Such an epic journey isn't easy on your finances either, but it doesn't have to break the bank, and it certainly doesn't have to involve going deeper into debt, so long as you plan for it smartly.
Here are some of the ways that Danielle and I saved money on our trip to Maui.
Know What Kind of R&R You're Looking ForIt's dangerous to go on vacation with nothing but vague notions of rest and relaxation in your head. Everyone wants to kick back on a vacation, but if you don't think of HOW you're going to kick back you run the risk of making the dollars in your wallet an endangered species.
For me and Danielle, having a nice hotel in Maui wasn't a priority because the type of vacation we wanted involved a lot of activities, not the least of which involved spending loads of time on the beach. As long as the beds are comfortable, we're not picky. For us, the hotel room is just a place to crash after a long day of doing stuff.
If, however, your dream vacation is all about lounging around the resort with a good book, watching TV, or admiring the view from the pool, than maybe you'll want to put a little more money into your hotel. This means, of course, that you should reel-in the rest of your vacation spending.
Pack Food ... or Have a Grocery BudgetFood, glorious food! One of the greatest reasons to go on vacation is to eat food. Sometimes it's the whole reason you go on vacation—to eat exotic foods! The problem is that beyond that lonely concept people don't put much effort into planning what they're going to eat while they're on vacation. They just wake up one morning and realize, gasp, we need food! This usually results in paying for last minute room service or eating out, like, a lot.
Pack food. Bring snacks, like granola bars, trail mix, muffins and water. When you get to your destination go grocery shopping and make plans to prepare at least half your meals yourself. Our hotel in Maui came equipped with a fridge and small stove which made it easy to scramble some eggs in the morning, and the nearby beach had grills handy to barbecue some chicken we bought at a grocery store down the street. We grilled enough chicken for four meals for less than $8. Eating out for those four meals would've easily cost us $100.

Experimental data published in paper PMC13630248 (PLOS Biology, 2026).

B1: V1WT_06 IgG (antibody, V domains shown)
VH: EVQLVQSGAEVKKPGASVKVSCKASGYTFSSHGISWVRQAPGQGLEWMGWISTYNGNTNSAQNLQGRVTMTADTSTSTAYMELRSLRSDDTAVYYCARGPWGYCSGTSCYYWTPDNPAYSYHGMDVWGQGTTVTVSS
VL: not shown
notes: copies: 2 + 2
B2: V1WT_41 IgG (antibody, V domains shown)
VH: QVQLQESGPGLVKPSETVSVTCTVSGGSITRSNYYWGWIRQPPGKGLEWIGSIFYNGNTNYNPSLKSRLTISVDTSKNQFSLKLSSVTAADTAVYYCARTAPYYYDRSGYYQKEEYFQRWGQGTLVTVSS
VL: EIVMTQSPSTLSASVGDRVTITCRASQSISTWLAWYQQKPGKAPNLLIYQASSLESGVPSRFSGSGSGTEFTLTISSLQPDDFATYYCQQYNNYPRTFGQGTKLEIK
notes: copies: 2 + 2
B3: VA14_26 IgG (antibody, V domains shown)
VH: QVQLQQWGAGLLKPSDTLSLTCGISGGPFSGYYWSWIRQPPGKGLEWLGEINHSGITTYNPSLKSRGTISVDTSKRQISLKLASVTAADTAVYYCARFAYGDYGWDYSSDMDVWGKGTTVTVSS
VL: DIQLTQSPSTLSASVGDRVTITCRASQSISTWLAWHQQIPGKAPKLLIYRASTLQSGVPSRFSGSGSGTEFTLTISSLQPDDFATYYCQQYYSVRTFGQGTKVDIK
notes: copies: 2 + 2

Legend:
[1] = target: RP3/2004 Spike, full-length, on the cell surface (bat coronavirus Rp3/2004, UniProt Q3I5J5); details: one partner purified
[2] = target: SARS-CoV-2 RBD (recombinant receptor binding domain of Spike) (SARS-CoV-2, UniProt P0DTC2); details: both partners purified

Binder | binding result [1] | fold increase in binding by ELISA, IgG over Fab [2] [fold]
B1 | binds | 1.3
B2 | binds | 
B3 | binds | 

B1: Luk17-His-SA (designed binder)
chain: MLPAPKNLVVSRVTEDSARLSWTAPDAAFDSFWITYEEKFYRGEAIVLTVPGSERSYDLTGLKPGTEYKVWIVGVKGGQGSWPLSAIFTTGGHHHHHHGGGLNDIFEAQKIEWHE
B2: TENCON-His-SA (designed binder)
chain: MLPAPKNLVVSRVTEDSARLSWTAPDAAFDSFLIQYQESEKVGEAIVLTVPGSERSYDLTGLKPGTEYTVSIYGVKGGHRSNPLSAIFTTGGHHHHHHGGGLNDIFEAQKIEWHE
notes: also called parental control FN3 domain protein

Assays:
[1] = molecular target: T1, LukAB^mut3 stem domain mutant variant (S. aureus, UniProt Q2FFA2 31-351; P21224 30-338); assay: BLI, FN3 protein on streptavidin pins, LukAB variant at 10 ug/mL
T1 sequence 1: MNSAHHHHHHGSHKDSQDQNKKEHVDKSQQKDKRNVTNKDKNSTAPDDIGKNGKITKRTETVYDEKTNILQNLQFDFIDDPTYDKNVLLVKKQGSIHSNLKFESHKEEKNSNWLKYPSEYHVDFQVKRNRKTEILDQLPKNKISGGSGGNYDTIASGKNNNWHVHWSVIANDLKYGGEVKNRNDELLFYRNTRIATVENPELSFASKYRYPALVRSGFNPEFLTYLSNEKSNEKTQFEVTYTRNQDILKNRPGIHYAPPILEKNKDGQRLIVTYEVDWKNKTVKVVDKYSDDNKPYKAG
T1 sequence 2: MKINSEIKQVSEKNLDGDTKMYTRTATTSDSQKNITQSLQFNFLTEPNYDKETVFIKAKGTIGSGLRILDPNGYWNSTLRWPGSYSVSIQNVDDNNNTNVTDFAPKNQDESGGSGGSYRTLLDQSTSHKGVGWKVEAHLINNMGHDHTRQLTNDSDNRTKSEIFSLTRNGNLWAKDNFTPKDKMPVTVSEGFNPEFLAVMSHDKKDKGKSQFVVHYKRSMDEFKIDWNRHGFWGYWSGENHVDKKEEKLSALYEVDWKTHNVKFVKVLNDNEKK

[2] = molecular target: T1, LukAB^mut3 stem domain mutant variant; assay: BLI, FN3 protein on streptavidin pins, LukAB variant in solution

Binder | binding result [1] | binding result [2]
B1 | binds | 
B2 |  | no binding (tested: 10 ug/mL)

Pack ConservativelyUnfortunately the airline that Danielle and I were flying with had a $35 cost per checked bag, outrageous when you consider the exorbitant cost of plane tickets these days. We knew we would have at least one checked bag, but with some careful packing we were able to get everything we needed into our carry-on luggage. Did it mean making some sacrifices? Yes. (I had to leave behind the navy blue belt that matches me red shorts, but I was pretty sure I would survive.)
Have a BudgetYou budget for your electric bill. You budget for your mortgage. You budget for birthdays and Christmas. So budget for your vacation! Decide—not how much you're willing to spend—but how much you can spend, and stay within that limit. If, with two days of vacation left, you've maxed out your allotted spending money and the kids want to go mini-golfing, say, "Sorry, kids. Jake and Danielle say 'no.'" Shoot me an email. I'll send you our PO address and your kids can write us a nasty letter.
Remember that Not Everything Has to Cost $$While there are some vacationing things that are going to cost money no matter what, NEVER forget to check the area for free fun. Danielle and I made a list of hiking spots we wanted to visit in Maui as well as some historical landmarks. Maybe hiking and sightseeing isn't your thing, but there were also art shows, music, playgrounds, beaches, and other free stuff that we could've enjoyed.
Plan Your Vacation At Non-Peak TimesGranted, this might not always be possible due to your schedule, but usually the best rates at hotels and resorts are during times when they don't see as much tourism traffic. If you know where you want to go, do some Googling and find out when their off-season rates come into play. You could save yourself a bundle of money.
Use Your JudgmentObviously a family of five doesn't have the same flexibility as a young couple with no kids, or an older couple who are all done going through the Baby Steps to financial freedom. Know your limits. Talk with your spouse. Pray about it beforehand. Put together a vacation that works for you in the here and now. It might not be that dream vacation you've always wanted, but don't worry about that. You'll get there eventually. Try to keep your eyes focused on the end game.
Keep pinchin' :-)